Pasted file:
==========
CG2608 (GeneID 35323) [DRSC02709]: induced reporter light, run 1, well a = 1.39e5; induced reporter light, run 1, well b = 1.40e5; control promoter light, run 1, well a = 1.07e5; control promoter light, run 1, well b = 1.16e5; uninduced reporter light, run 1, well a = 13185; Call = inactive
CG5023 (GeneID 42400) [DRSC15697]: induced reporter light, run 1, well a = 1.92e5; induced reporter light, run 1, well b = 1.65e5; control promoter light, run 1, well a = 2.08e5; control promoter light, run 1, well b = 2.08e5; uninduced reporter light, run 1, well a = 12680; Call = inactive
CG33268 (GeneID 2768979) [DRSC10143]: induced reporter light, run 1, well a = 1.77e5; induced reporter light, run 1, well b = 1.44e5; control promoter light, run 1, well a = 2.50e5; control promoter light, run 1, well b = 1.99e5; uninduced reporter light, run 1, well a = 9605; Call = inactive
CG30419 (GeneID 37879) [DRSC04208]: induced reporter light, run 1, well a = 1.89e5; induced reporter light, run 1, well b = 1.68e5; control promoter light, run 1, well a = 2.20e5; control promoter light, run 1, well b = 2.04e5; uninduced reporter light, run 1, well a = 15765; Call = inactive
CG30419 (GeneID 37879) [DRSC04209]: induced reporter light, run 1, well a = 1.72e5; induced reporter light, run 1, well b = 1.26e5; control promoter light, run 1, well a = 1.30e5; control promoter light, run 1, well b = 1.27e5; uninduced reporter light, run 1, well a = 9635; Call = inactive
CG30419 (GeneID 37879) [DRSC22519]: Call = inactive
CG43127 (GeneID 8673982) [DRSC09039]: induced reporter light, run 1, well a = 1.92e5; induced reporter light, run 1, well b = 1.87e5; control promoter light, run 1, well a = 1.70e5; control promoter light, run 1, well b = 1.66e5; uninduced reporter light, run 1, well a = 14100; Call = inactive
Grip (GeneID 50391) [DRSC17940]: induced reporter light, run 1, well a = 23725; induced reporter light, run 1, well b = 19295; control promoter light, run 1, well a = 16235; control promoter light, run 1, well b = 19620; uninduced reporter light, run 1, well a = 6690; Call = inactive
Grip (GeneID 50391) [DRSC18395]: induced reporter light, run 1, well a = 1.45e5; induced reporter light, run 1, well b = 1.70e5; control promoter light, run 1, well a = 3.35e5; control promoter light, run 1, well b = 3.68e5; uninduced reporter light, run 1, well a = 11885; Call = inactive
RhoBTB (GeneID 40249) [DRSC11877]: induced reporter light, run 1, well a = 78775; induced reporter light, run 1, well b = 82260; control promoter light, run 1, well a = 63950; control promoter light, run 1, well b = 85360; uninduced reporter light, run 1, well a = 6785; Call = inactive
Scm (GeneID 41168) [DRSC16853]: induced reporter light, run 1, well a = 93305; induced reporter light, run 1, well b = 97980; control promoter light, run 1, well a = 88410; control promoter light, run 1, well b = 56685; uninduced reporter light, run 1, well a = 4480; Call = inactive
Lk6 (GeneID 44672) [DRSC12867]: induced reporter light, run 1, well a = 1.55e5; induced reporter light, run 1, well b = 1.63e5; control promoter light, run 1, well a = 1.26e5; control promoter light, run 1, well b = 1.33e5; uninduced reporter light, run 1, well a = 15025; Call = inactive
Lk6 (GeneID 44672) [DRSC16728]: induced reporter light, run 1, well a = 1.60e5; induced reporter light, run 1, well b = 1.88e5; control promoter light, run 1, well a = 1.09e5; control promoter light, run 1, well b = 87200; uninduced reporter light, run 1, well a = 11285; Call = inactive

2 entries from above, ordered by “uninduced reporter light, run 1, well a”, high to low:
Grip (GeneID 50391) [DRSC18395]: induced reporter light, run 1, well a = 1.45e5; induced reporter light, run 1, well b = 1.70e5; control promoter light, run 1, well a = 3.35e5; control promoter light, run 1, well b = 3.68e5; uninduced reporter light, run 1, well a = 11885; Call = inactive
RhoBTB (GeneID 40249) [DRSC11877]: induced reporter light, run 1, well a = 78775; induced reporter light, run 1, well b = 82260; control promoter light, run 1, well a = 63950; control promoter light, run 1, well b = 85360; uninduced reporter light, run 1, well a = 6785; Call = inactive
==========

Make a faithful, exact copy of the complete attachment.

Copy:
CG2608 (GeneID 35323) [DRSC02709]: induced reporter light, run 1, well a = 1.39e5; induced reporter light, run 1, well b = 1.40e5; control promoter light, run 1, well a = 1.07e5; control promoter light, run 1, well b = 1.16e5; uninduced reporter light, run 1, well a = 13185; Call = inactive
CG5023 (GeneID 42400) [DRSC15697]: induced reporter light, run 1, well a = 1.92e5; induced reporter light, run 1, well b = 1.65e5; control promoter light, run 1, well a = 2.08e5; control promoter light, run 1, well b = 2.08e5; uninduced reporter light, run 1, well a = 12680; Call = inactive
CG33268 (GeneID 2768979) [DRSC10143]: induced reporter light, run 1, well a = 1.77e5; induced reporter light, run 1, well b = 1.44e5; control promoter light, run 1, well a = 2.50e5; control promoter light, run 1, well b = 1.99e5; uninduced reporter light, run 1, well a = 9605; Call = inactive
CG30419 (GeneID 37879) [DRSC04208]: induced reporter light, run 1, well a = 1.89e5; induced reporter light, run 1, well b = 1.68e5; control promoter light, run 1, well a = 2.20e5; control promoter light, run 1, well b = 2.04e5; uninduced reporter light, run 1, well a = 15765; Call = inactive
CG30419 (GeneID 37879) [DRSC04209]: induced reporter light, run 1, well a = 1.72e5; induced reporter light, run 1, well b = 1.26e5; control promoter light, run 1, well a = 1.30e5; control promoter light, run 1, well b = 1.27e5; uninduced reporter light, run 1, well a = 9635; Call = inactive
CG30419 (GeneID 37879) [DRSC22519]: Call = inactive
CG43127 (GeneID 8673982) [DRSC09039]: induced reporter light, run 1, well a = 1.92e5; induced reporter light, run 1, well b = 1.87e5; control promoter light, run 1, well a = 1.70e5; control promoter light, run 1, well b = 1.66e5; uninduced reporter light, run 1, well a = 14100; Call = inactive
Grip (GeneID 50391) [DRSC17940]: induced reporter light, run 1, well a = 23725; induced reporter light, run 1, well b = 19295; control promoter light, run 1, well a = 16235; control promoter light, run 1, well b = 19620; uninduced reporter light, run 1, well a = 6690; Call = inactive
Grip (GeneID 50391) [DRSC18395]: induced reporter light, run 1, well a = 1.45e5; induced reporter light, run 1, well b = 1.70e5; control promoter light, run 1, well a = 3.35e5; control promoter light, run 1, well b = 3.68e5; uninduced reporter light, run 1, well a = 11885; Call = inactive
RhoBTB (GeneID 40249) [DRSC11877]: induced reporter light, run 1, well a = 78775; induced reporter light, run 1, well b = 82260; control promoter light, run 1, well a = 63950; control promoter light, run 1, well b = 85360; uninduced reporter light, run 1, well a = 6785; Call = inactive
Scm (GeneID 41168) [DRSC16853]: induced reporter light, run 1, well a = 93305; induced reporter light, run 1, well b = 97980; control promoter light, run 1, well a = 88410; control promoter light, run 1, well b = 56685; uninduced reporter light, run 1, well a = 4480; Call = inactive
Lk6 (GeneID 44672) [DRSC12867]: induced reporter light, run 1, well a = 1.55e5; induced reporter light, run 1, well b = 1.63e5; control promoter light, run 1, well a = 1.26e5; control promoter light, run 1, well b = 1.33e5; uninduced reporter light, run 1, well a = 15025; Call = inactive
Lk6 (GeneID 44672) [DRSC16728]: induced reporter light, run 1, well a = 1.60e5; induced reporter light, run 1, well b = 1.88e5; control promoter light, run 1, well a = 1.09e5; control promoter light, run 1, well b = 87200; uninduced reporter light, run 1, well a = 11285; Call = inactive

2 entries from above, ordered by “uninduced reporter light, run 1, well a”, high to low:
Grip (GeneID 50391) [DRSC18395]: induced reporter light, run 1, well a = 1.45e5; induced reporter light, run 1, well b = 1.70e5; control promoter light, run 1, well a = 3.35e5; control promoter light, run 1, well b = 3.68e5; uninduced reporter light, run 1, well a = 11885; Call = inactive
RhoBTB (GeneID 40249) [DRSC11877]: induced reporter light, run 1, well a = 78775; induced reporter light, run 1, well b = 82260; control promoter light, run 1, well a = 63950; control promoter light, run 1, well b = 85360; uninduced reporter light, run 1, well a = 6785; Call = inactive